Speaking following the Government’s responses to 50 outstanding human rights recommendations made to Ireland last year by UN member states, Sinn Féin Spokesperson on Justice and Equality Deputy Jonathan O’Brien while there were some positives, the bulk of the report was a collection of dodgy claims, outright evasions and deliberate falsehoods.
The Cork North Central TD said;
“Sinn Féin welcomes the Government committing to sign new human rights treaties to help protect persons with disabilities and rights like health and housing in Ireland.
“However, for the most part, the Government’s response is a bit dodgy. For example, they claim they are aiming to deliver a health service based on need not income, but the proposed universal health insurance system will not actually do this.
“They make the frankly ludicrous claim that the Government’s housing policy is to “enable all households to access good quality housing appropriate to household circumstances.” Even a casual glance at the Government’s approach to housing, which prioritises home ownership, would tell you that this is not the case.
“UN member states urged the Government to incorporate children’s rights into Irish law. The Government says it will do this and amend the Constitution accordingly. But this constitutional amendment will only be concerned with children’s rights concerning adoption and guardianship. It will not enshrine broader socio-economic rights in the Constitution as the UN recommended.
It is simply not true to say that Irish law is in conformity with the UN Convention on the Rights of the Child, and fundamentally dishonest of the Government to suggest that they have accepted many of these recommendations in full, when their plans for implementation fall far short of what is actually needed to address them.
“If the Government are genuine in these responses, which will receive official endorsement in Geneva next week, they must demonstrate their commitment by publishing an implementation plan alongside the responses to show how they will deliver on these promises.”


The Universal Periodic Review (UPR) is a process of the UN Human Rights Council (established in 2006), where the domestic human rights records of all 192 UN Member States are reviewed every four years.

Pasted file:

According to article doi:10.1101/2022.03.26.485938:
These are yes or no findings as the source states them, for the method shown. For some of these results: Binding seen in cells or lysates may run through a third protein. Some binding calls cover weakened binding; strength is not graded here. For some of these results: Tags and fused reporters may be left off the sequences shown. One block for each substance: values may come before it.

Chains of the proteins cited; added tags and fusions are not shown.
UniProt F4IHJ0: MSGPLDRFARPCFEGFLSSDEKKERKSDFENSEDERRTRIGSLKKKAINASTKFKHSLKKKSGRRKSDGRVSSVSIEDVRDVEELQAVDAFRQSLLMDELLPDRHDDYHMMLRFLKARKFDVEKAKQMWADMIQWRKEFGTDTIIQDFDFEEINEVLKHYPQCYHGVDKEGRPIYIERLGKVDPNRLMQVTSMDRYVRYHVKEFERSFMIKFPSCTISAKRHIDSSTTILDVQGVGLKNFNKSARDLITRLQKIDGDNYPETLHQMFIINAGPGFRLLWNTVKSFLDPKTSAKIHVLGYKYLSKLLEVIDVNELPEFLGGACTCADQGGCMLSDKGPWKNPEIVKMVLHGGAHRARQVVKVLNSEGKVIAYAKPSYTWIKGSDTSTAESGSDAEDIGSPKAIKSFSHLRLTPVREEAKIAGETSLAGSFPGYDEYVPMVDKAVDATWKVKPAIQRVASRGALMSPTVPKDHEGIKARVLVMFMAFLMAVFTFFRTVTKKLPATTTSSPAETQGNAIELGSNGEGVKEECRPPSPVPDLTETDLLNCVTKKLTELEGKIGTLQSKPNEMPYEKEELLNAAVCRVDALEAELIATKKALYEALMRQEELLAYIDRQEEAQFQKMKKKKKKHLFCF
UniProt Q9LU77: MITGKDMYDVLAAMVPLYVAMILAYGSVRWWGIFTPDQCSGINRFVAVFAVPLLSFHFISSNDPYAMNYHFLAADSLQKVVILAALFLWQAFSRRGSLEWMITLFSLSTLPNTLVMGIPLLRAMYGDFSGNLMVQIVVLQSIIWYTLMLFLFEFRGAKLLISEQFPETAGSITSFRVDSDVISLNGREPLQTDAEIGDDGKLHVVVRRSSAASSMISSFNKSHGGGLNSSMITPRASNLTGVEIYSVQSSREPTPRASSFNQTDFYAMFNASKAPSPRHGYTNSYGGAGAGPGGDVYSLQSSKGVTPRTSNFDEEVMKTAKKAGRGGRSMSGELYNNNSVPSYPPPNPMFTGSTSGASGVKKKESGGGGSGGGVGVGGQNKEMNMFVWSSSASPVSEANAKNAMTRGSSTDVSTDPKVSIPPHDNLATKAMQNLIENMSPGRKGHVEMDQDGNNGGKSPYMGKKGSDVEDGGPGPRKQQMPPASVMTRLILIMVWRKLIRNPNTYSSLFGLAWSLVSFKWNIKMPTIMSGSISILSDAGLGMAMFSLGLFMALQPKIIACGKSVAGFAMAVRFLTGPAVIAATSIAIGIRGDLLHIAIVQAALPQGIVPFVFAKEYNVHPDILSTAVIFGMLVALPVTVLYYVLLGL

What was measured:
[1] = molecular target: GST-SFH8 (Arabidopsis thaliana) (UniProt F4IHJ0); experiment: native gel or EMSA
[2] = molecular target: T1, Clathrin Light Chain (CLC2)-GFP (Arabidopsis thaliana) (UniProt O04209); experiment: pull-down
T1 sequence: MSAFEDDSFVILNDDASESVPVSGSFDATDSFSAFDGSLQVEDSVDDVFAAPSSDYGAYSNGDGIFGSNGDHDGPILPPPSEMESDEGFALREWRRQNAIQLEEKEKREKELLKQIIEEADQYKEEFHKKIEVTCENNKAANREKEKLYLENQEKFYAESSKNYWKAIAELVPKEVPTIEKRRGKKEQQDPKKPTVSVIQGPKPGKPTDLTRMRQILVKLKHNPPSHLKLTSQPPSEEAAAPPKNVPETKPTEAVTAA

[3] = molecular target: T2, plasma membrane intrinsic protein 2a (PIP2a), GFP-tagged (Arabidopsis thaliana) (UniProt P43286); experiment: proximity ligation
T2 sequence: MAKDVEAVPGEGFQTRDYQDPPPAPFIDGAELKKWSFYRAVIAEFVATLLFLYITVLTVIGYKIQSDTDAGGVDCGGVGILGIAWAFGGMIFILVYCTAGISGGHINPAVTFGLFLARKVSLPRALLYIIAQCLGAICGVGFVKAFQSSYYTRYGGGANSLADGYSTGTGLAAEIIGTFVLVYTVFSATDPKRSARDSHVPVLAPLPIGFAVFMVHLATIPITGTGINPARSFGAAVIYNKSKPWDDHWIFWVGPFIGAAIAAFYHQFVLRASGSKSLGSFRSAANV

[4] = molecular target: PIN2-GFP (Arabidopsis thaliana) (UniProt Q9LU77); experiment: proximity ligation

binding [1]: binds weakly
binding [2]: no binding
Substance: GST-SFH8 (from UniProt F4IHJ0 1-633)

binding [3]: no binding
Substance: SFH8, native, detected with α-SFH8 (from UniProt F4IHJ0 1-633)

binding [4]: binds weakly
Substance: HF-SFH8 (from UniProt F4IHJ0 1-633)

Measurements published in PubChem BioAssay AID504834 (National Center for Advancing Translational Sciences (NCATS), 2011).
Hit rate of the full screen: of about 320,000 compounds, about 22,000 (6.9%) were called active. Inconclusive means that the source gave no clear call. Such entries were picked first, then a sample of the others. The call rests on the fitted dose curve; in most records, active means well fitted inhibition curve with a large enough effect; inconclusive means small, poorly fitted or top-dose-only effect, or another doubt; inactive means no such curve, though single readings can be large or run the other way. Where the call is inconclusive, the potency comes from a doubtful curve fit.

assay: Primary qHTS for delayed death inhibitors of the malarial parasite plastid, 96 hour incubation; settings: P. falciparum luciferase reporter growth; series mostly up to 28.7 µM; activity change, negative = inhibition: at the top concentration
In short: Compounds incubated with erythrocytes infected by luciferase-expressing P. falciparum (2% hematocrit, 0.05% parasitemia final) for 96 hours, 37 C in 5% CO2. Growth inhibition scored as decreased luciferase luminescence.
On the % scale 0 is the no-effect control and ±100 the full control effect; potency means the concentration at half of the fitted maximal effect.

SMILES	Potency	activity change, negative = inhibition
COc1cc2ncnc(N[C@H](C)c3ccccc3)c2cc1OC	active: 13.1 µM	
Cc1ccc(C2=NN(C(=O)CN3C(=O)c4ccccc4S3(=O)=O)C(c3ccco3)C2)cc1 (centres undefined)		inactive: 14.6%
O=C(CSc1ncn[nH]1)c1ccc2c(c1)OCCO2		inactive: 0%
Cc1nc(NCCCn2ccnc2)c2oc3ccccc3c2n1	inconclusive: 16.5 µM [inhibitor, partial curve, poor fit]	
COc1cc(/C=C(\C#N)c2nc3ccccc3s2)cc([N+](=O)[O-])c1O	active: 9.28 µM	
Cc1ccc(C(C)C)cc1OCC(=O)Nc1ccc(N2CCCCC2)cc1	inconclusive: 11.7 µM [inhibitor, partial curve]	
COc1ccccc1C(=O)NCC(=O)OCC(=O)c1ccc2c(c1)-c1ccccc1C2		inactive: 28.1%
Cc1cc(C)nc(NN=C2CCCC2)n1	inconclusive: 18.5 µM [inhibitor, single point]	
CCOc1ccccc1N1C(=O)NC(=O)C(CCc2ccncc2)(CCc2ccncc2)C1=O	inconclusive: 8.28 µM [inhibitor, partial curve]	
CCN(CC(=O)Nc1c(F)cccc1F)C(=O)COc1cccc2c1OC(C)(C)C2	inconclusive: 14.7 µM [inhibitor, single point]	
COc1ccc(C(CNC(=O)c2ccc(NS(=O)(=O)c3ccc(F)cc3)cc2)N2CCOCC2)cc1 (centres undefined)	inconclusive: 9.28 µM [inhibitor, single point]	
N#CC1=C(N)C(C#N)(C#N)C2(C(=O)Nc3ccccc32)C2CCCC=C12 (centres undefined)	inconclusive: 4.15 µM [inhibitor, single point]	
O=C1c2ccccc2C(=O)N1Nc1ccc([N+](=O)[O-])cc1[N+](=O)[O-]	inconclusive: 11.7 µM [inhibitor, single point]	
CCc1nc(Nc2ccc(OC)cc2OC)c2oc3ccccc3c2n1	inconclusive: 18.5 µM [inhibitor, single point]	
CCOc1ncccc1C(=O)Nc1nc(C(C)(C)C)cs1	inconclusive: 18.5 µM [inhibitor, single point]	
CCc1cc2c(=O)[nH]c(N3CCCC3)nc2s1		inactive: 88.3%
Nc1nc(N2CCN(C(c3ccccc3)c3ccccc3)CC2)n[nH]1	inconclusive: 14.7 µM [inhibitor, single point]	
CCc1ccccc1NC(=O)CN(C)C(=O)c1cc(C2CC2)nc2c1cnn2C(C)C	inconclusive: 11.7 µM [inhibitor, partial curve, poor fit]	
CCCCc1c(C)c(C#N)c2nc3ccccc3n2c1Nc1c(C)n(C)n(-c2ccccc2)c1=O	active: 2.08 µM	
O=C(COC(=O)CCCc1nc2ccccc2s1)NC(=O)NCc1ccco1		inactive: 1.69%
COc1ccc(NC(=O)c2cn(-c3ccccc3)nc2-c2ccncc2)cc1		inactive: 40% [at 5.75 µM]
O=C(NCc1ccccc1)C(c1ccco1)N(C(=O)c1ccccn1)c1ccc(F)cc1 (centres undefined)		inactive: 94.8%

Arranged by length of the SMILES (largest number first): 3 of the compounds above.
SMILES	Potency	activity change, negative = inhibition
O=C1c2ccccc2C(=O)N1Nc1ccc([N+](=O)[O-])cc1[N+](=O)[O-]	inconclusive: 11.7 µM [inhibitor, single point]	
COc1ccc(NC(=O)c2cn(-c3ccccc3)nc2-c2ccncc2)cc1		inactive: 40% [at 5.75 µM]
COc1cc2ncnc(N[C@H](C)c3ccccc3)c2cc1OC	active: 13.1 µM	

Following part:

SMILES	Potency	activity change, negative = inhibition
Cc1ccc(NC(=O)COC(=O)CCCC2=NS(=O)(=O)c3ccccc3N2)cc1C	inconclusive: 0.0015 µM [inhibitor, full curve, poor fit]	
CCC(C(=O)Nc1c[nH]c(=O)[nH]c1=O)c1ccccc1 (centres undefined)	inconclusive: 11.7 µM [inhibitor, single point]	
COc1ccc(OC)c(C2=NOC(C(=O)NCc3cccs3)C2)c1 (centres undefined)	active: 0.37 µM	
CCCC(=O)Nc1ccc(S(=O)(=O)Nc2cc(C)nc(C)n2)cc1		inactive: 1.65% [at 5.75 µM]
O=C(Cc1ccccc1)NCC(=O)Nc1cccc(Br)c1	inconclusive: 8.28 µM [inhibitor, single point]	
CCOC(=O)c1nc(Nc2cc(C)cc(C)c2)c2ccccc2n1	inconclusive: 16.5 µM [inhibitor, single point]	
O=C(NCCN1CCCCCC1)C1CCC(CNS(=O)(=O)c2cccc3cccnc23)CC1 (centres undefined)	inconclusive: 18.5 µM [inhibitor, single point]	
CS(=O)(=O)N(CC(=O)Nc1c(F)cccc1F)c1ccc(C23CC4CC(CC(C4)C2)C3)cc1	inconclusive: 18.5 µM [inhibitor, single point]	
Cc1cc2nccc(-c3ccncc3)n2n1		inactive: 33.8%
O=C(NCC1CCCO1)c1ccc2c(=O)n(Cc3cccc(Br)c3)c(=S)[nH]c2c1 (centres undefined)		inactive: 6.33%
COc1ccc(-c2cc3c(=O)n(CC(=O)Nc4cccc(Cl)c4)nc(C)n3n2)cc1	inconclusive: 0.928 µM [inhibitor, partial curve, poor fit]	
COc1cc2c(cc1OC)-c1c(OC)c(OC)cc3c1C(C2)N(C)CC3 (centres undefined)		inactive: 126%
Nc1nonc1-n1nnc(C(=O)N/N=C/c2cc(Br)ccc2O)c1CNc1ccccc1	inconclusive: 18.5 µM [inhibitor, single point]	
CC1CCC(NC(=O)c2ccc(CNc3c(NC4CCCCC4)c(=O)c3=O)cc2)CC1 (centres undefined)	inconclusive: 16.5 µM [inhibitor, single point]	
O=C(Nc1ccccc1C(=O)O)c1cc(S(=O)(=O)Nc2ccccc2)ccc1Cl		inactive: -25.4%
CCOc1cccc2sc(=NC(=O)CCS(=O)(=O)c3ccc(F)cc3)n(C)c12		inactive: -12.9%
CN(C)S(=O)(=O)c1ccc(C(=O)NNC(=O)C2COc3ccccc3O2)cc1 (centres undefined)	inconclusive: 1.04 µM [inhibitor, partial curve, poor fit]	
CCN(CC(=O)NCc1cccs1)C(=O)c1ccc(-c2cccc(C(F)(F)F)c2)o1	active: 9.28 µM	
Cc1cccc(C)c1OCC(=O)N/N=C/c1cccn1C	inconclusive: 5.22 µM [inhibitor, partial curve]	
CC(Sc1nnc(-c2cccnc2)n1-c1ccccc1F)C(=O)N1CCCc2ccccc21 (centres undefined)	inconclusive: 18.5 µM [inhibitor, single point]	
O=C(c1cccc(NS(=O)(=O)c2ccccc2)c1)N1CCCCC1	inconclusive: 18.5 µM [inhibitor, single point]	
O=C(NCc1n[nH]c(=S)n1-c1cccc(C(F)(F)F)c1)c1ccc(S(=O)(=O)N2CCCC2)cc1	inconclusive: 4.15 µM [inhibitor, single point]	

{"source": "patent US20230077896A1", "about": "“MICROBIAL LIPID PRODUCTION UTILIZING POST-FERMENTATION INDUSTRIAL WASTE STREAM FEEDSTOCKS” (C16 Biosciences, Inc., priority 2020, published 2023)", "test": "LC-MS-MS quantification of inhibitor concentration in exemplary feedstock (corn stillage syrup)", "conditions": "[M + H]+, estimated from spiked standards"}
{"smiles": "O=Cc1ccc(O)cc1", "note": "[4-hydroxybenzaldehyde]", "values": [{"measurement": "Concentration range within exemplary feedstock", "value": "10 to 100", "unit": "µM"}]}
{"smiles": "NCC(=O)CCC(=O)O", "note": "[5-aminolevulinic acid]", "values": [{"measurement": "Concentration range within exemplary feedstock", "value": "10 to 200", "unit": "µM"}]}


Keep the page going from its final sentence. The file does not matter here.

Sinn Féin President Gerry Adams TD speaking today in Gulladuff in south Derry and at a party conference dismissed Owen Patterson’s recent remarks on a border poll saying that the British Secretary of State “should not presume to arrogantly dictate to people here how we will conduct our affairs. Those days are over.”

The Sinn Féin leader added: “A border poll is inevitable. Mr Patterson knows this. It is only a matter of timing.”

Mr. Adams said:

“British Secretary of State Owen Patterson has dismissed the possibility of a border poll. He has also blocked an enquiry into the killing of Human Rights lawyer Pat Finucane despite this being part of an inter-governmental agreement at Weston Park. He is also blocking a Bill of Rights. And he has been less than helpful on other matters like the Irish language. And his imprisonment of Marion Price is entirely stupid and unjust.

But Mr. Patterson would not be one the most adroit or skillful British Secretaries of State to have been imposed on us. His remarks on the border poll have to be seen in this context.

Mr. Patterson is also a supporter of the Union. That is the position of his government at this time. Sinn Féin is not naive about this. The Tory party had to be pulled kicking and squealing into the peace process.But now under the terms of the Good Friday Agreement the Tory/lib Dem government has specific obligations. Despite the foot dragging that has characterised its attitude to this agreement and other agreements so far, Sinn Féin has no intention of acquiescing to British Tory game playing.

Owen Patterson is but one of a long line of political overlords that Irish republicans have had to deal with, with great patience in the past.

Obviously there are elements of the Good Friday Agreement that Owen Patterson is unhappy about but he should not presume to arrogantly dictate to people here how we will conduct our affairs. Those days are over.

There will be a united Ireland.

By definition that will come when the people of our island have formed a cordial union of Catholic, Protestant and Dissenter. When a border poll is held Owen Patterson will have no vote on that issue. That is as it should be, entirely a matter for the people of Ireland.